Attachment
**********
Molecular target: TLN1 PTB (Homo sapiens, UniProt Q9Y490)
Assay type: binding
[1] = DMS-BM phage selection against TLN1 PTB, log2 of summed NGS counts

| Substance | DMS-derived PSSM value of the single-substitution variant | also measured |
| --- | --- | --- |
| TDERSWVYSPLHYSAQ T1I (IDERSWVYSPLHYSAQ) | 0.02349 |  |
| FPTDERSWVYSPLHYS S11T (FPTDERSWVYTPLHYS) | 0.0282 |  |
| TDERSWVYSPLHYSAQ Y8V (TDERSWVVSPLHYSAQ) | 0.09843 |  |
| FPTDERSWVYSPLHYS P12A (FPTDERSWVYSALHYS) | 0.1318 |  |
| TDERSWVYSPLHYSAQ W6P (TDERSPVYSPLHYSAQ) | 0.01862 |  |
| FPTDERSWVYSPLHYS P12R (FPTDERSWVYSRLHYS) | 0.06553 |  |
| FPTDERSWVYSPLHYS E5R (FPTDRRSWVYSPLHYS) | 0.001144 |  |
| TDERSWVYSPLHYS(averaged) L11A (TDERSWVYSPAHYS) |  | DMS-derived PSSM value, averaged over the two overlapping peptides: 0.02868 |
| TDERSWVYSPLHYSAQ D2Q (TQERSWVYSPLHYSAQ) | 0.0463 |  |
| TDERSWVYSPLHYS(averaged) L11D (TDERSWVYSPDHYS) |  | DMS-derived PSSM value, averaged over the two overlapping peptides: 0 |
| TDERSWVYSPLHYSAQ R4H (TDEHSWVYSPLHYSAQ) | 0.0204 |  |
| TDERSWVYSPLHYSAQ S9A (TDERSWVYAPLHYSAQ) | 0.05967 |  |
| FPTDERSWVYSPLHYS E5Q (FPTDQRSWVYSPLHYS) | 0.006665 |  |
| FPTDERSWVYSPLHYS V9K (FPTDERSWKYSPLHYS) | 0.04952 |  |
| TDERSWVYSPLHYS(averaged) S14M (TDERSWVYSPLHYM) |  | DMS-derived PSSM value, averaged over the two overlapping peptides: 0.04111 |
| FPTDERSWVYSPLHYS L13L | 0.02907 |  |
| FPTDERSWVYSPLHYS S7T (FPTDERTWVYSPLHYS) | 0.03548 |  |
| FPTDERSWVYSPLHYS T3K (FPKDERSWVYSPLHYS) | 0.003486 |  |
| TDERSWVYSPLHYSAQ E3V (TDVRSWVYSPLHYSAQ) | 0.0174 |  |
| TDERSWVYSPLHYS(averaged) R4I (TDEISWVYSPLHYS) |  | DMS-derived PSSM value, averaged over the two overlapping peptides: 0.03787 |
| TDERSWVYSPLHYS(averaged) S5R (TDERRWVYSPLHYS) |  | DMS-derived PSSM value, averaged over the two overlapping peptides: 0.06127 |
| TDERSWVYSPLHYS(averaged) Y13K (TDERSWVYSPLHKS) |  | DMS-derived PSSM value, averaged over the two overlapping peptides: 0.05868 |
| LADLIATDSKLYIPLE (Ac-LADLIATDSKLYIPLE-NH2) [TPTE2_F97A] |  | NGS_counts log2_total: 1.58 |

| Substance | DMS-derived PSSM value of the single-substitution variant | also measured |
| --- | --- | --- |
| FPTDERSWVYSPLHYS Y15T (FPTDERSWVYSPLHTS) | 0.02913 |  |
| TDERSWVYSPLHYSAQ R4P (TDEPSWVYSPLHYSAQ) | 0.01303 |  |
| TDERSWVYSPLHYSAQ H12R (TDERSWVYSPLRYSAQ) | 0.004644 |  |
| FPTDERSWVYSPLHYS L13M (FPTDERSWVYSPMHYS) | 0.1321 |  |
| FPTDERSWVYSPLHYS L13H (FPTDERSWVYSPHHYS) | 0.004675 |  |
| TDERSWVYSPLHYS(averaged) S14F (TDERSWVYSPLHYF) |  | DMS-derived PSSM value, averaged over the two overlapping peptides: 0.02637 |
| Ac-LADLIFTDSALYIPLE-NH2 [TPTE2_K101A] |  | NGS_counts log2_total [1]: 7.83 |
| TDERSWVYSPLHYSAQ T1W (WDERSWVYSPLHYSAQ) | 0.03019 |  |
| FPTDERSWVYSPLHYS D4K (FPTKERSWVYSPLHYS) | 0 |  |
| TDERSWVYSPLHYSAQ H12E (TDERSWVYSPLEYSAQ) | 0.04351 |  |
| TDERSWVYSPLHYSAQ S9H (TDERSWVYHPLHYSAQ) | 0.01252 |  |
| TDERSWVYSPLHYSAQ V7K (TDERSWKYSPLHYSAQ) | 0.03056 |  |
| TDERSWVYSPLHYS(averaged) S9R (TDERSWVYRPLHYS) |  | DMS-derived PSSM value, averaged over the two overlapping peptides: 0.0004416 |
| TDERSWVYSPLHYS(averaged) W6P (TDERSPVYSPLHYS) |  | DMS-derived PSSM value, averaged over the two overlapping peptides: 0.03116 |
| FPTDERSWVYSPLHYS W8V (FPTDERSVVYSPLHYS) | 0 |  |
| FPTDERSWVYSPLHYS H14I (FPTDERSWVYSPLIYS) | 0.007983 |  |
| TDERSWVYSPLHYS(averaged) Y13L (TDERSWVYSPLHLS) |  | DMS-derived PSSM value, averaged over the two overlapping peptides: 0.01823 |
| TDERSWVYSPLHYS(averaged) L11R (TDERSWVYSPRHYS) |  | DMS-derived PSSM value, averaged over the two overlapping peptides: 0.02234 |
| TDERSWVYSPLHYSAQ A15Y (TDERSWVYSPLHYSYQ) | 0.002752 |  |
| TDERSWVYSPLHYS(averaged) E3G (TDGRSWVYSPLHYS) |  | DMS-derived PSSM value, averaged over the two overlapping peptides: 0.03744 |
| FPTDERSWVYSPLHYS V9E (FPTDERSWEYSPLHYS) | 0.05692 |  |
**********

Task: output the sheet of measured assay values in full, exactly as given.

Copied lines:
Molecular target: TLN1 PTB (Homo sapiens, UniProt Q9Y490)
Assay type: binding
[1] = DMS-BM phage selection against TLN1 PTB, log2 of summed NGS counts

| Substance | DMS-derived PSSM value of the single-substitution variant | also measured |
| --- | --- | --- |
| TDERSWVYSPLHYSAQ T1I (IDERSWVYSPLHYSAQ) | 0.02349 |  |
| FPTDERSWVYSPLHYS S11T (FPTDERSWVYTPLHYS) | 0.0282 |  |
| TDERSWVYSPLHYSAQ Y8V (TDERSWVVSPLHYSAQ) | 0.09843 |  |
| FPTDERSWVYSPLHYS P12A (FPTDERSWVYSALHYS) | 0.1318 |  |
| TDERSWVYSPLHYSAQ W6P (TDERSPVYSPLHYSAQ) | 0.01862 |  |
| FPTDERSWVYSPLHYS P12R (FPTDERSWVYSRLHYS) | 0.06553 |  |
| FPTDERSWVYSPLHYS E5R (FPTDRRSWVYSPLHYS) | 0.001144 |  |
| TDERSWVYSPLHYS(averaged) L11A (TDERSWVYSPAHYS) |  | DMS-derived PSSM value, averaged over the two overlapping peptides: 0.02868 |
| TDERSWVYSPLHYSAQ D2Q (TQERSWVYSPLHYSAQ) | 0.0463 |  |
| TDERSWVYSPLHYS(averaged) L11D (TDERSWVYSPDHYS) |  | DMS-derived PSSM value, averaged over the two overlapping peptides: 0 |
| TDERSWVYSPLHYSAQ R4H (TDEHSWVYSPLHYSAQ) | 0.0204 |  |
| TDERSWVYSPLHYSAQ S9A (TDERSWVYAPLHYSAQ) | 0.05967 |  |
| FPTDERSWVYSPLHYS E5Q (FPTDQRSWVYSPLHYS) | 0.006665 |  |
| FPTDERSWVYSPLHYS V9K (FPTDERSWKYSPLHYS) | 0.04952 |  |
| TDERSWVYSPLHYS(averaged) S14M (TDERSWVYSPLHYM) |  | DMS-derived PSSM value, averaged over the two overlapping peptides: 0.04111 |
| FPTDERSWVYSPLHYS L13L | 0.02907 |  |
| FPTDERSWVYSPLHYS S7T (FPTDERTWVYSPLHYS) | 0.03548 |  |
| FPTDERSWVYSPLHYS T3K (FPKDERSWVYSPLHYS) | 0.003486 |  |
| TDERSWVYSPLHYSAQ E3V (TDVRSWVYSPLHYSAQ) | 0.0174 |  |
| TDERSWVYSPLHYS(averaged) R4I (TDEISWVYSPLHYS) |  | DMS-derived PSSM value, averaged over the two overlapping peptides: 0.03787 |
| TDERSWVYSPLHYS(averaged) S5R (TDERRWVYSPLHYS) |  | DMS-derived PSSM value, averaged over the two overlapping peptides: 0.06127 |
| TDERSWVYSPLHYS(averaged) Y13K (TDERSWVYSPLHKS) |  | DMS-derived PSSM value, averaged over the two overlapping peptides: 0.05868 |
| LADLIATDSKLYIPLE (Ac-LADLIATDSKLYIPLE-NH2) [TPTE2_F97A] |  | NGS_counts log2_total: 1.58 |

| Substance | DMS-derived PSSM value of the single-substitution variant | also measured |
| --- | --- | --- |
| FPTDERSWVYSPLHYS Y15T (FPTDERSWVYSPLHTS) | 0.02913 |  |
| TDERSWVYSPLHYSAQ R4P (TDEPSWVYSPLHYSAQ) | 0.01303 |  |
| TDERSWVYSPLHYSAQ H12R (TDERSWVYSPLRYSAQ) | 0.004644 |  |
| FPTDERSWVYSPLHYS L13M (FPTDERSWVYSPMHYS) | 0.1321 |  |
| FPTDERSWVYSPLHYS L13H (FPTDERSWVYSPHHYS) | 0.004675 |  |
| TDERSWVYSPLHYS(averaged) S14F (TDERSWVYSPLHYF) |  | DMS-derived PSSM value, averaged over the two overlapping peptides: 0.02637 |
| Ac-LADLIFTDSALYIPLE-NH2 [TPTE2_K101A] |  | NGS_counts log2_total [1]: 7.83 |
| TDERSWVYSPLHYSAQ T1W (WDERSWVYSPLHYSAQ) | 0.03019 |  |
| FPTDERSWVYSPLHYS D4K (FPTKERSWVYSPLHYS) | 0 |  |
| TDERSWVYSPLHYSAQ H12E (TDERSWVYSPLEYSAQ) | 0.04351 |  |
| TDERSWVYSPLHYSAQ S9H (TDERSWVYHPLHYSAQ) | 0.01252 |  |
| TDERSWVYSPLHYSAQ V7K (TDERSWKYSPLHYSAQ) | 0.03056 |  |
| TDERSWVYSPLHYS(averaged) S9R (TDERSWVYRPLHYS) |  | DMS-derived PSSM value, averaged over the two overlapping peptides: 0.0004416 |
| TDERSWVYSPLHYS(averaged) W6P (TDERSPVYSPLHYS) |  | DMS-derived PSSM value, averaged over the two overlapping peptides: 0.03116 |
| FPTDERSWVYSPLHYS W8V (FPTDERSVVYSPLHYS) | 0 |  |
| FPTDERSWVYSPLHYS H14I (FPTDERSWVYSPLIYS) | 0.007983 |  |
| TDERSWVYSPLHYS(averaged) Y13L (TDERSWVYSPLHLS) |  | DMS-derived PSSM value, averaged over the two overlapping peptides: 0.01823 |
| TDERSWVYSPLHYS(averaged) L11R (TDERSWVYSPRHYS) |  | DMS-derived PSSM value, averaged over the two overlapping peptides: 0.02234 |
| TDERSWVYSPLHYSAQ A15Y (TDERSWVYSPLHYSYQ) | 0.002752 |  |
| TDERSWVYSPLHYS(averaged) E3G (TDGRSWVYSPLHYS) |  | DMS-derived PSSM value, averaged over the two overlapping peptides: 0.03744 |
| FPTDERSWVYSPLHYS V9E (FPTDERSWEYSPLHYS) | 0.05692 |  |